Politics has a direct effect on Afghanistan ‘11 gameplay, and each political candidate affects four different and variable aspects of the game. Here the current President is more of a hindrance to the cause, and I would seek to influence a change at the top at the next elections for someone more on message with the Coalition goals.

 

A neat feature new to Afghanistan ‘11 is the ability to customise forward bases with gun pits, vehicle repair yards, and hospital facilities – but at a heavy cost in political points. In fact many of the rules for the forward base in Vietnam ‘65 has been improved and updated. You even now get an intrinsic 82mm mortar with the base that can be augmented with a gun pit and a field gun. This really does change the feel of the game for the better.

 

And here is a zoomed out part pf the Afghanistan ‘11 game map. Nice graphics, but I found it offset by a rather clunky mouse response in zooming in and panning around the map compared to the fluid motion in Vietnam ‘65.Note the rather cool modular options for the Forward Operations Base.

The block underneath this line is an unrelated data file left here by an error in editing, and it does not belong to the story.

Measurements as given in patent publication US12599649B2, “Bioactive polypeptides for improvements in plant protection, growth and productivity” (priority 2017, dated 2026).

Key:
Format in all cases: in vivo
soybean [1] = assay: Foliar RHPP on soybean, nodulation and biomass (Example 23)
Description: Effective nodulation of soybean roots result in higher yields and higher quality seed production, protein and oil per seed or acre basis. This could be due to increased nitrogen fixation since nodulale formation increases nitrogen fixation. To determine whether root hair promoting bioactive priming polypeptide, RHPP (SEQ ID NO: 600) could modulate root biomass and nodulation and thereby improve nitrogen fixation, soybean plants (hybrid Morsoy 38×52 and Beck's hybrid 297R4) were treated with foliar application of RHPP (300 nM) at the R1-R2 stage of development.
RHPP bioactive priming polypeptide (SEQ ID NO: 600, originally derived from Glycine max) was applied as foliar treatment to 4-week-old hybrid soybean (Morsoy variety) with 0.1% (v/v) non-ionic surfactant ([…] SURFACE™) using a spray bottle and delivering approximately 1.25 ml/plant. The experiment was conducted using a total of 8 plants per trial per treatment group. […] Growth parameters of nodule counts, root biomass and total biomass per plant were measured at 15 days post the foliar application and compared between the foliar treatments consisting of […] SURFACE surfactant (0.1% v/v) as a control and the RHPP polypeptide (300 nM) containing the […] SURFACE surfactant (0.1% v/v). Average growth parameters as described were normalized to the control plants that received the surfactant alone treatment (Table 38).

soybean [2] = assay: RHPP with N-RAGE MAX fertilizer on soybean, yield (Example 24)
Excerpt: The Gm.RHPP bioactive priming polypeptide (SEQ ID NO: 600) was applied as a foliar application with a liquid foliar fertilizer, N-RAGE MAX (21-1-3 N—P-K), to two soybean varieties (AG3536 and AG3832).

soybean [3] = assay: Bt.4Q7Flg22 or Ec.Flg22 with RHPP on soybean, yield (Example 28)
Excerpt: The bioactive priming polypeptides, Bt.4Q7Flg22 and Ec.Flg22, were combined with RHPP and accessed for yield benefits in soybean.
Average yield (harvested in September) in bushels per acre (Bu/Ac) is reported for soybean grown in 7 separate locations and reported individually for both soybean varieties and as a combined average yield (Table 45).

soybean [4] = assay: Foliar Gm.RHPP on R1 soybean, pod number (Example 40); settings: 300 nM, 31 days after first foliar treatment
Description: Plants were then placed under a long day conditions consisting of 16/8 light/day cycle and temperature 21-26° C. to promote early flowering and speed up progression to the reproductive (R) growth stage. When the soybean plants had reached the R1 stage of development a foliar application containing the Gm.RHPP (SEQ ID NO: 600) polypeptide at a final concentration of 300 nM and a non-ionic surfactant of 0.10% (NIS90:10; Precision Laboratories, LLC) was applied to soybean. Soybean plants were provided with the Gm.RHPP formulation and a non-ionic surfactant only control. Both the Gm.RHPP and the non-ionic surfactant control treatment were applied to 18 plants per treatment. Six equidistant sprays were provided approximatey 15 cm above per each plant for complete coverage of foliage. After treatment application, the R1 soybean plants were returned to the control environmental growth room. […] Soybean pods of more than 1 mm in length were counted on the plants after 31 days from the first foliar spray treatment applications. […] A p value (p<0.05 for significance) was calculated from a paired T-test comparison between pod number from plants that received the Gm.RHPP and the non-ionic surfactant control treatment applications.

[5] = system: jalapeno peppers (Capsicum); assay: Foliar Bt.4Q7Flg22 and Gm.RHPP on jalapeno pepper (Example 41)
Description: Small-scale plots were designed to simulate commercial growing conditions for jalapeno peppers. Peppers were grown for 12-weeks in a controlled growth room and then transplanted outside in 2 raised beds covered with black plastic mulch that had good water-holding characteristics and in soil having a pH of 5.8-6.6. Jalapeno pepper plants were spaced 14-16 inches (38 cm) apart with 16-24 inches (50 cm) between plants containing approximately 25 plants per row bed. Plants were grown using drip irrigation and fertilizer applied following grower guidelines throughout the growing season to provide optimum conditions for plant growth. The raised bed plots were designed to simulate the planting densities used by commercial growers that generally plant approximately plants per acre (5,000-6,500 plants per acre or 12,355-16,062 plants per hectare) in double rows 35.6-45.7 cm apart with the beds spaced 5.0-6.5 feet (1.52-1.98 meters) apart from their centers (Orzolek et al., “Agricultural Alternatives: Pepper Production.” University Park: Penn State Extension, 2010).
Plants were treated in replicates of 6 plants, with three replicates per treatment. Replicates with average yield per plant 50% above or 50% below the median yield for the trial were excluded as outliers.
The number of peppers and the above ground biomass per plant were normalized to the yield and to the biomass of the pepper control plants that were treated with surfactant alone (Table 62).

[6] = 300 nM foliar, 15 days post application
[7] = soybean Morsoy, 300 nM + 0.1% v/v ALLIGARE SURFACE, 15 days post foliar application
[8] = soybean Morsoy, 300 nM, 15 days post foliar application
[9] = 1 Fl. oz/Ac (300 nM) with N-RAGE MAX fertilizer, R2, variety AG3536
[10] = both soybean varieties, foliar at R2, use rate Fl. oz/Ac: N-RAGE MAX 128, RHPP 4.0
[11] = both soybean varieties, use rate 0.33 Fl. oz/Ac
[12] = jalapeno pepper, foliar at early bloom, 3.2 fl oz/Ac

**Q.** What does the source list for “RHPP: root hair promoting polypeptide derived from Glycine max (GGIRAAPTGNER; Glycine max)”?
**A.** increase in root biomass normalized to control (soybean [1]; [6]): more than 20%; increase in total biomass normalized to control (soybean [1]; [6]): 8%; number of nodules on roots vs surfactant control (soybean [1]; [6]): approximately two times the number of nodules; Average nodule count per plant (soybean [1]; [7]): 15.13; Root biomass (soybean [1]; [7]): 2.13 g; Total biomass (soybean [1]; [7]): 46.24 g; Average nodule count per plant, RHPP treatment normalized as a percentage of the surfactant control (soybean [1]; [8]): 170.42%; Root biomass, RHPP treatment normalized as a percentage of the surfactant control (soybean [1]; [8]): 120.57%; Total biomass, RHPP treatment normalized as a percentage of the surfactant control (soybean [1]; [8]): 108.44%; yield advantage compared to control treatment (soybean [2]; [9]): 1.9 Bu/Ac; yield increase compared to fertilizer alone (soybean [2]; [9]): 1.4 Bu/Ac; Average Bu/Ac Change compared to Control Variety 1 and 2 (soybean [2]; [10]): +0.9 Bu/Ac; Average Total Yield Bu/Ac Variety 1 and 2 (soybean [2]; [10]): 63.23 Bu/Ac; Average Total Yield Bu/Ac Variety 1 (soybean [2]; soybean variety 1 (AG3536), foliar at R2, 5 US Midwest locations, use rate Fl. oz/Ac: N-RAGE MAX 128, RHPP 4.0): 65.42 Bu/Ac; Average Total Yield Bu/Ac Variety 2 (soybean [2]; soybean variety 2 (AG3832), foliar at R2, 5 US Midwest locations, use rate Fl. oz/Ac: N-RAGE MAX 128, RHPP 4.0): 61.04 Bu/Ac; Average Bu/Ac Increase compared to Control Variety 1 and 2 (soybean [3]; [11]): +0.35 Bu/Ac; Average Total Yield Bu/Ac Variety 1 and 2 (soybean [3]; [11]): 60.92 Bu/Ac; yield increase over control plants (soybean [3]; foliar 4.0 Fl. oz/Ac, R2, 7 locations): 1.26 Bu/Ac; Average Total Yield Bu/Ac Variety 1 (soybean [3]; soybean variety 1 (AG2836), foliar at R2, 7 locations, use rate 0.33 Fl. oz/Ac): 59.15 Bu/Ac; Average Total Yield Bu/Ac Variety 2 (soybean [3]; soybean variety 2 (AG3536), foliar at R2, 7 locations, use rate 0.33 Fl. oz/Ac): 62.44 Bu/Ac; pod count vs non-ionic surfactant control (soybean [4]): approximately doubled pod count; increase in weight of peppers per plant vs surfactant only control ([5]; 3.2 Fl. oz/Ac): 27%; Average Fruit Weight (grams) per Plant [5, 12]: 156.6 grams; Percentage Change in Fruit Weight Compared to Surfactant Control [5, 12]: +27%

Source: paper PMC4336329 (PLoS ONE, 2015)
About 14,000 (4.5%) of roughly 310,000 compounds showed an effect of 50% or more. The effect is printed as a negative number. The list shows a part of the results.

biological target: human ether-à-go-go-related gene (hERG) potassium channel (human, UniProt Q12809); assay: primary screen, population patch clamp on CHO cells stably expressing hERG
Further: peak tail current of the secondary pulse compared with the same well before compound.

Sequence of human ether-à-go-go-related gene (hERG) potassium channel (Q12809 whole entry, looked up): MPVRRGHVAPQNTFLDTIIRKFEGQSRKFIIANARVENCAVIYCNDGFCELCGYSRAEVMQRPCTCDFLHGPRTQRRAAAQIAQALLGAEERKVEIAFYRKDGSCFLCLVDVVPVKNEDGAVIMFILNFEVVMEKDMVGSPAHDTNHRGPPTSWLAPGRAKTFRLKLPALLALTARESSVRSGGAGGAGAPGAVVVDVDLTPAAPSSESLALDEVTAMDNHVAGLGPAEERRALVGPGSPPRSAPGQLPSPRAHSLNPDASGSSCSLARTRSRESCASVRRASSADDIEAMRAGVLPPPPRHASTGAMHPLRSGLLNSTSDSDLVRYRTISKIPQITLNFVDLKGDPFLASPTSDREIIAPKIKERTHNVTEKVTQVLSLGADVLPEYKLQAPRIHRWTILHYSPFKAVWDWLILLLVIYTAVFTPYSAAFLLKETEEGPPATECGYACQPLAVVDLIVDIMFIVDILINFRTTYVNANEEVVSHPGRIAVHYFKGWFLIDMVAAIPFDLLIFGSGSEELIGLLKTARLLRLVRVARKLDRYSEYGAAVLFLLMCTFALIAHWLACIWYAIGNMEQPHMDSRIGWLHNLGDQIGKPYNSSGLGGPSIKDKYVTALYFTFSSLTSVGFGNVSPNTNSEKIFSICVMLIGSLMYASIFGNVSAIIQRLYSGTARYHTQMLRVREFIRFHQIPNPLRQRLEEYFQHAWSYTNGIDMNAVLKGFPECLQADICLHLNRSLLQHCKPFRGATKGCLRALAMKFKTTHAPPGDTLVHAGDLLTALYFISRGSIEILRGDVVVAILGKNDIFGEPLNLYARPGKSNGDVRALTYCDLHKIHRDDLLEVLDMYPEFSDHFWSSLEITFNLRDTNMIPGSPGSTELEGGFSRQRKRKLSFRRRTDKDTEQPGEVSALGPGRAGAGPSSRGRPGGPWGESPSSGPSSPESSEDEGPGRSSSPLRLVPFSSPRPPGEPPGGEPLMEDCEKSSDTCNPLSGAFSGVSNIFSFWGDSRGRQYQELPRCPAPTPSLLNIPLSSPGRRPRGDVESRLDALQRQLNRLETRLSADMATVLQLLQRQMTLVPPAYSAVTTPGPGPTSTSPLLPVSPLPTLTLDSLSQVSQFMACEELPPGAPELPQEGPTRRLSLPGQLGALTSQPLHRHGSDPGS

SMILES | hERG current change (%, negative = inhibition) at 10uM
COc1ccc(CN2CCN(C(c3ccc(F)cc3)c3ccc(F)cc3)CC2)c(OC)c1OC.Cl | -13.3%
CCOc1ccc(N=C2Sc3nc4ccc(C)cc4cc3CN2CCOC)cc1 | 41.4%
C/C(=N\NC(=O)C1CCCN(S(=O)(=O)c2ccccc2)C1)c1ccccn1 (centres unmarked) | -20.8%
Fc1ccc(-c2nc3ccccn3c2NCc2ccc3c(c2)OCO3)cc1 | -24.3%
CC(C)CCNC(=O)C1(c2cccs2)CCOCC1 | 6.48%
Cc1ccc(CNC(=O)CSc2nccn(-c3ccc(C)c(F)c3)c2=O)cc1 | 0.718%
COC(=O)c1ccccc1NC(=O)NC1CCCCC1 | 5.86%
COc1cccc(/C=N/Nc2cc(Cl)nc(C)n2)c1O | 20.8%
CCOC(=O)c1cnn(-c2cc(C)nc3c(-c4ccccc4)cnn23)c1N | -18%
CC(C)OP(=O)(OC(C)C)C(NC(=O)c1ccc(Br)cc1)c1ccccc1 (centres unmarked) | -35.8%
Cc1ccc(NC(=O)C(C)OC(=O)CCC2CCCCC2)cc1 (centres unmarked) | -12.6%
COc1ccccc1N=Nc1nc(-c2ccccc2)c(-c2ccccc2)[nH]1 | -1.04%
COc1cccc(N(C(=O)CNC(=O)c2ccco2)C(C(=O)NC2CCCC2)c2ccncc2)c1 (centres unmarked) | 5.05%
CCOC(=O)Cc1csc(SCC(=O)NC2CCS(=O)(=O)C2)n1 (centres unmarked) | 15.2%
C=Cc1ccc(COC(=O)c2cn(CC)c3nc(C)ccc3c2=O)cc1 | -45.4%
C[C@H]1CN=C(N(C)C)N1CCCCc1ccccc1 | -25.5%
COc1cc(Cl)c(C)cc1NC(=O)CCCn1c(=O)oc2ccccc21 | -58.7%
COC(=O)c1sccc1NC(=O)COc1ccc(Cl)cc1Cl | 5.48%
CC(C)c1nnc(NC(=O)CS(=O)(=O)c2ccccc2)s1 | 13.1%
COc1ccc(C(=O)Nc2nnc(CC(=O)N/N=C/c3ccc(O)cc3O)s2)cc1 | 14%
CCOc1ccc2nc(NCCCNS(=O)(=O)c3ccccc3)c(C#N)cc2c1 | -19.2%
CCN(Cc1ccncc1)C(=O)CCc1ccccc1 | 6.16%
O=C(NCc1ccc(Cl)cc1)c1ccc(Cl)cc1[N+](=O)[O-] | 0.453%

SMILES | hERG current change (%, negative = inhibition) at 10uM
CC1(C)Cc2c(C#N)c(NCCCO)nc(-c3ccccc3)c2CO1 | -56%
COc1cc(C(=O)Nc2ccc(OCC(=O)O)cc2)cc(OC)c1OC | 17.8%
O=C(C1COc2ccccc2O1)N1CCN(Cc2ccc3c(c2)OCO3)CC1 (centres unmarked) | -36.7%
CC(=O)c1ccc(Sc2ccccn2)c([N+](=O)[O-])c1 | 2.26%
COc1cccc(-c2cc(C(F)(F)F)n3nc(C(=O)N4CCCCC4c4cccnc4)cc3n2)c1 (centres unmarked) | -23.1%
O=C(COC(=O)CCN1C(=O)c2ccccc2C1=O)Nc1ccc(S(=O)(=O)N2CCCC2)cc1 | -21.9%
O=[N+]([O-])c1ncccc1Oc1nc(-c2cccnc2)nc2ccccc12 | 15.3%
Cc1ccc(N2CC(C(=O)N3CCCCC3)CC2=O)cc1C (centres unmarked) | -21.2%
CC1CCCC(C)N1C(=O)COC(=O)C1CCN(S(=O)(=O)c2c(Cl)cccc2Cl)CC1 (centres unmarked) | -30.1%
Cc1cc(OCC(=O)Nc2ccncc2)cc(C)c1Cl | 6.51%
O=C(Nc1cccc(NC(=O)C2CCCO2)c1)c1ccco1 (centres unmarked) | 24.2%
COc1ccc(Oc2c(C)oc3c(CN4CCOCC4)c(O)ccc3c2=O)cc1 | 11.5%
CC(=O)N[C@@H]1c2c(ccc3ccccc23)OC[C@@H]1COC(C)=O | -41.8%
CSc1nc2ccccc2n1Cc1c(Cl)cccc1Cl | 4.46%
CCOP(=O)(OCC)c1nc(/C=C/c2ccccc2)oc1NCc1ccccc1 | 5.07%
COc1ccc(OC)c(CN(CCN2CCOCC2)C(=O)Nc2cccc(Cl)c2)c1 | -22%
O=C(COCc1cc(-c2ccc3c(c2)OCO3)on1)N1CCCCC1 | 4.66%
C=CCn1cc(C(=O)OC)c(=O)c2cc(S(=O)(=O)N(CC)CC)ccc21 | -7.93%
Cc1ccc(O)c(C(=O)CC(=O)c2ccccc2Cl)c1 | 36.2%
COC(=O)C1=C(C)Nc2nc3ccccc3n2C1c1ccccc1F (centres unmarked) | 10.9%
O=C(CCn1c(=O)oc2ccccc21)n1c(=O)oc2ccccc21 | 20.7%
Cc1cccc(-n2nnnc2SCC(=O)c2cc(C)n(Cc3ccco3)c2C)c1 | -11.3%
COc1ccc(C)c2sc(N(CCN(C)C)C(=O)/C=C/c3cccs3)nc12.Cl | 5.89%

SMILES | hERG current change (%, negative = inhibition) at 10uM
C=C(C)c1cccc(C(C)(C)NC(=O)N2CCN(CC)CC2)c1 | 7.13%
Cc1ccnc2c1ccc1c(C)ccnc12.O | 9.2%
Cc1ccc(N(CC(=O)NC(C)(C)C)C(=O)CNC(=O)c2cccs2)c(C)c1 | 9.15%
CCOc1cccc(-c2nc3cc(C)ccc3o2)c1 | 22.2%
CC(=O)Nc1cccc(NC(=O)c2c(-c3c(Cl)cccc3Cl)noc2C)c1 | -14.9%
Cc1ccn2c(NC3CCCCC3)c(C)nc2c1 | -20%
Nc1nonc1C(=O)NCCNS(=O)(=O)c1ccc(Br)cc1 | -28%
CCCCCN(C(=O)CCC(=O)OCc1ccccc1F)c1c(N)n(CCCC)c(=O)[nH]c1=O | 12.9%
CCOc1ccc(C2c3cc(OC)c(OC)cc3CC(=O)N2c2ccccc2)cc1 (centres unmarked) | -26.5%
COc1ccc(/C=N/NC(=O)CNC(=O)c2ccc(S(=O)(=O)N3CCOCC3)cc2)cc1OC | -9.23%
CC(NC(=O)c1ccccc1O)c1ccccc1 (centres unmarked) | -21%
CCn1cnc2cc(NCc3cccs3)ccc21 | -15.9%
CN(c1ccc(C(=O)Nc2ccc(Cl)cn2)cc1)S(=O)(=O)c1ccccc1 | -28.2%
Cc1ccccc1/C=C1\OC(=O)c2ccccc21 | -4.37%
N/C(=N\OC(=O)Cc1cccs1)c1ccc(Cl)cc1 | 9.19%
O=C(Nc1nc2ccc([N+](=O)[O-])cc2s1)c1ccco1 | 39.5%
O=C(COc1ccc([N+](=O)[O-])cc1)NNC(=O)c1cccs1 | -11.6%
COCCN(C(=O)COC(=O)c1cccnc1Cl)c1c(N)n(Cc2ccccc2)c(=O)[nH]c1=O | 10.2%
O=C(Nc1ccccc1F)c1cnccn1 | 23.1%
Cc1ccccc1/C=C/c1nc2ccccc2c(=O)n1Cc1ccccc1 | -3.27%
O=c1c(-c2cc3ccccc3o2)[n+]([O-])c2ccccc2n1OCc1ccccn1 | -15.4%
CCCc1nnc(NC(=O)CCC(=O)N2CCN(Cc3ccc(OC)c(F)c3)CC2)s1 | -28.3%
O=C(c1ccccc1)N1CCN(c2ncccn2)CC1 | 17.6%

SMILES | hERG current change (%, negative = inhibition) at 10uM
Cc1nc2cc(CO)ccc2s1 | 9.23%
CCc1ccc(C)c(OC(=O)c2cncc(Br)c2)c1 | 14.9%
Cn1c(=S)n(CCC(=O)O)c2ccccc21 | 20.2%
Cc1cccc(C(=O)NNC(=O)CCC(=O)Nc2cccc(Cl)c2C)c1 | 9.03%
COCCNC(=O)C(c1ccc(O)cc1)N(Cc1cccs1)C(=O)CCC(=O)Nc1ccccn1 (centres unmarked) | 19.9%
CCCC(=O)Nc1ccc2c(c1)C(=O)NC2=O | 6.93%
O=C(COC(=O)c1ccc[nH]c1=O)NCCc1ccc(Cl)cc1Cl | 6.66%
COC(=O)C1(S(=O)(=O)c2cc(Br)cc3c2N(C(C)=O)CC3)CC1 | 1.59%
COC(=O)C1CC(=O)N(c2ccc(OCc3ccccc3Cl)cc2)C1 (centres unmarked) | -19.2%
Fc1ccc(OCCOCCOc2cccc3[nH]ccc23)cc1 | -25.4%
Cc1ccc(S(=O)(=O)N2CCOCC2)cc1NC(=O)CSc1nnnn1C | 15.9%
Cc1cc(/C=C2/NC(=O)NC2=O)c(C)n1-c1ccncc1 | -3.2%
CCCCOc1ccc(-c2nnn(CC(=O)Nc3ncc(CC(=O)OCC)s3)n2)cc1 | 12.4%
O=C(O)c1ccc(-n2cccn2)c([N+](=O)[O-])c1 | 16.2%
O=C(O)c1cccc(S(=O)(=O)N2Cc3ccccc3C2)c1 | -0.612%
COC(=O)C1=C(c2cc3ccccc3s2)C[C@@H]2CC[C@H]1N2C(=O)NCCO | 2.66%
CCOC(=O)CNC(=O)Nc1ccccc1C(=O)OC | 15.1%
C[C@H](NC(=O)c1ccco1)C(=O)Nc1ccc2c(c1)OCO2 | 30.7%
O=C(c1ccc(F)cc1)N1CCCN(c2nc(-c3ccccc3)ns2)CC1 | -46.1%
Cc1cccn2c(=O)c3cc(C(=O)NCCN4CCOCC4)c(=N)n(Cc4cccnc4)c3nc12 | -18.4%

Other new features in Afghanistan ‘11 include revisiting of the “Hearts and Minds” rules to integrate the effects of nation building projects, which include positive aspects of linking villages to the road system, building and repairing waterworks, and organising supplies of UN aid. One new and very useful unit is the versatile supply truck, which can carry a variety of cargoes, but is very vulnerable to attack. A convoy feature has been promised by the developer from release, but at the time of writing this it has not yet been implemented. There is also a variety of chrome such as external news items affecting the game, and Taliban offensives aimed at causing mayhem in the run up to elections.

All in all, Afghanistan ‘11 updates and improves the core system pioneered in Vietnam ‘65. It is a much more nuanced – and frustrating – game than Vietnam ‘65, which remains by comparison a lighter offering by Slitherine. Being a lighter offering isn’t necessarily a bad thing, as Afghanistan ‘11 is in my opinion intellectually more demanding, and sometimes it’s nice to play something lighter. I recommend both as two sides of the same COIN depending on whether you want a lighter or more involved game.